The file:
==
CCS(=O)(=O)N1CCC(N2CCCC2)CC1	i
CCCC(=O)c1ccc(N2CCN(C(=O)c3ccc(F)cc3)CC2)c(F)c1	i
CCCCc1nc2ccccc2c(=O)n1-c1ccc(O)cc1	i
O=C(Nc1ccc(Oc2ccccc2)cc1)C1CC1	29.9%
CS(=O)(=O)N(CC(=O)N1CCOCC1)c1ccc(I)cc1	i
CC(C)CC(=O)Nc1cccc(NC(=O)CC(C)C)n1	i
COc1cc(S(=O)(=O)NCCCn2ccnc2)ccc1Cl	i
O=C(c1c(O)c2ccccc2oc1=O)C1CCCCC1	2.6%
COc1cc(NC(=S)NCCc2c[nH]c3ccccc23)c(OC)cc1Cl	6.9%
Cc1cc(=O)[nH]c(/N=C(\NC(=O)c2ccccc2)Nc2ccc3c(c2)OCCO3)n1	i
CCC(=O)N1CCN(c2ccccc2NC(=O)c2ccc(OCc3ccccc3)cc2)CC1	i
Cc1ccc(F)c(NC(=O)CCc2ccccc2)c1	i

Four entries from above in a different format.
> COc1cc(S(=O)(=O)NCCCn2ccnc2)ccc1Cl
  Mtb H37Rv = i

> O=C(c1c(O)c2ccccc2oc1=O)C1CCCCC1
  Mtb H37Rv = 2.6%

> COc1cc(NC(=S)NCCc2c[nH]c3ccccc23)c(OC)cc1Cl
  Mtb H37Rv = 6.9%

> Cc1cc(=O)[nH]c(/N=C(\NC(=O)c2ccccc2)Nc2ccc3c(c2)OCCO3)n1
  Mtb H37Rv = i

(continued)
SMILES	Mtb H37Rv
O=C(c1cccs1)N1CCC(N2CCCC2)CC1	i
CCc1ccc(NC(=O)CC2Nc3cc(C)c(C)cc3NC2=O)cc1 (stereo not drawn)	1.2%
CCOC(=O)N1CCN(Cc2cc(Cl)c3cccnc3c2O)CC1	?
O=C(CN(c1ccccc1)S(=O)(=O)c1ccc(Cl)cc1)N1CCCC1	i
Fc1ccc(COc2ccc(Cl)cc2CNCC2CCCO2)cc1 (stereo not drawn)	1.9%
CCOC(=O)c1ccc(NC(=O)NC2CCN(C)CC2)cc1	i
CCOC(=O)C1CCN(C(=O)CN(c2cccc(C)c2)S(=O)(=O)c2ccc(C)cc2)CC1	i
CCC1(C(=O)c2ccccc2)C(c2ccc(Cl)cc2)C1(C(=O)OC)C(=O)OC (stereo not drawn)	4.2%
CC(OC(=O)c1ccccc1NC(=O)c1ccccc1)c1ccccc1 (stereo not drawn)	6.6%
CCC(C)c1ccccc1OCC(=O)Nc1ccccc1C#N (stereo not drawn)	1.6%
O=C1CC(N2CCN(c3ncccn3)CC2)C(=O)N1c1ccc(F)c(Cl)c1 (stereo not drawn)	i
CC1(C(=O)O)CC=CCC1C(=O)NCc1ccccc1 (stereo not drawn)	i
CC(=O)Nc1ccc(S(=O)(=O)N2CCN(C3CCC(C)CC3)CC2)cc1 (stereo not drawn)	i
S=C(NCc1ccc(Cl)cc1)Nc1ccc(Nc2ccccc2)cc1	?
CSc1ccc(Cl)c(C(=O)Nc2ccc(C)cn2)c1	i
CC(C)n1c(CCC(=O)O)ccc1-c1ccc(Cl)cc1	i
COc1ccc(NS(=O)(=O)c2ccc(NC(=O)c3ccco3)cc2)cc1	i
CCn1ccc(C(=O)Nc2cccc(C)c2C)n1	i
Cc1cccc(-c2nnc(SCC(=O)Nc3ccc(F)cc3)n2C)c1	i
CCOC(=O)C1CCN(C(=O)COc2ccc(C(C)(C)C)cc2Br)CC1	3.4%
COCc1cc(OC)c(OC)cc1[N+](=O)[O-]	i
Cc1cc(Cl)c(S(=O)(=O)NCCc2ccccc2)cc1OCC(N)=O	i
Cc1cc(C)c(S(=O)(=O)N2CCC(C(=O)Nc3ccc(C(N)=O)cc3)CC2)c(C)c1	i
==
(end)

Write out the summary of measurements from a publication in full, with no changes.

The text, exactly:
CCS(=O)(=O)N1CCC(N2CCCC2)CC1	i
CCCC(=O)c1ccc(N2CCN(C(=O)c3ccc(F)cc3)CC2)c(F)c1	i
CCCCc1nc2ccccc2c(=O)n1-c1ccc(O)cc1	i
O=C(Nc1ccc(Oc2ccccc2)cc1)C1CC1	29.9%
CS(=O)(=O)N(CC(=O)N1CCOCC1)c1ccc(I)cc1	i
CC(C)CC(=O)Nc1cccc(NC(=O)CC(C)C)n1	i
COc1cc(S(=O)(=O)NCCCn2ccnc2)ccc1Cl	i
O=C(c1c(O)c2ccccc2oc1=O)C1CCCCC1	2.6%
COc1cc(NC(=S)NCCc2c[nH]c3ccccc23)c(OC)cc1Cl	6.9%
Cc1cc(=O)[nH]c(/N=C(\NC(=O)c2ccccc2)Nc2ccc3c(c2)OCCO3)n1	i
CCC(=O)N1CCN(c2ccccc2NC(=O)c2ccc(OCc3ccccc3)cc2)CC1	i
Cc1ccc(F)c(NC(=O)CCc2ccccc2)c1	i

Four entries from above in a different format.
> COc1cc(S(=O)(=O)NCCCn2ccnc2)ccc1Cl
  Mtb H37Rv = i

> O=C(c1c(O)c2ccccc2oc1=O)C1CCCCC1
  Mtb H37Rv = 2.6%

> COc1cc(NC(=S)NCCc2c[nH]c3ccccc23)c(OC)cc1Cl
  Mtb H37Rv = 6.9%

> Cc1cc(=O)[nH]c(/N=C(\NC(=O)c2ccccc2)Nc2ccc3c(c2)OCCO3)n1
  Mtb H37Rv = i

(continued)
SMILES	Mtb H37Rv
O=C(c1cccs1)N1CCC(N2CCCC2)CC1	i
CCc1ccc(NC(=O)CC2Nc3cc(C)c(C)cc3NC2=O)cc1 (stereo not drawn)	1.2%
CCOC(=O)N1CCN(Cc2cc(Cl)c3cccnc3c2O)CC1	?
O=C(CN(c1ccccc1)S(=O)(=O)c1ccc(Cl)cc1)N1CCCC1	i
Fc1ccc(COc2ccc(Cl)cc2CNCC2CCCO2)cc1 (stereo not drawn)	1.9%
CCOC(=O)c1ccc(NC(=O)NC2CCN(C)CC2)cc1	i
CCOC(=O)C1CCN(C(=O)CN(c2cccc(C)c2)S(=O)(=O)c2ccc(C)cc2)CC1	i
CCC1(C(=O)c2ccccc2)C(c2ccc(Cl)cc2)C1(C(=O)OC)C(=O)OC (stereo not drawn)	4.2%
CC(OC(=O)c1ccccc1NC(=O)c1ccccc1)c1ccccc1 (stereo not drawn)	6.6%
CCC(C)c1ccccc1OCC(=O)Nc1ccccc1C#N (stereo not drawn)	1.6%
O=C1CC(N2CCN(c3ncccn3)CC2)C(=O)N1c1ccc(F)c(Cl)c1 (stereo not drawn)	i
CC1(C(=O)O)CC=CCC1C(=O)NCc1ccccc1 (stereo not drawn)	i
CC(=O)Nc1ccc(S(=O)(=O)N2CCN(C3CCC(C)CC3)CC2)cc1 (stereo not drawn)	i
S=C(NCc1ccc(Cl)cc1)Nc1ccc(Nc2ccccc2)cc1	?
CSc1ccc(Cl)c(C(=O)Nc2ccc(C)cn2)c1	i
CC(C)n1c(CCC(=O)O)ccc1-c1ccc(Cl)cc1	i
COc1ccc(NS(=O)(=O)c2ccc(NC(=O)c3ccco3)cc2)cc1	i
CCn1ccc(C(=O)Nc2cccc(C)c2C)n1	i
Cc1cccc(-c2nnc(SCC(=O)Nc3ccc(F)cc3)n2C)c1	i
CCOC(=O)C1CCN(C(=O)COc2ccc(C(C)(C)C)cc2Br)CC1	3.4%
COCc1cc(OC)c(OC)cc1[N+](=O)[O-]	i
Cc1cc(Cl)c(S(=O)(=O)NCCc2ccccc2)cc1OCC(N)=O	i
Cc1cc(C)c(S(=O)(=O)N2CCC(C(=O)Nc3ccc(C(N)=O)cc3)CC2)c(C)c1	i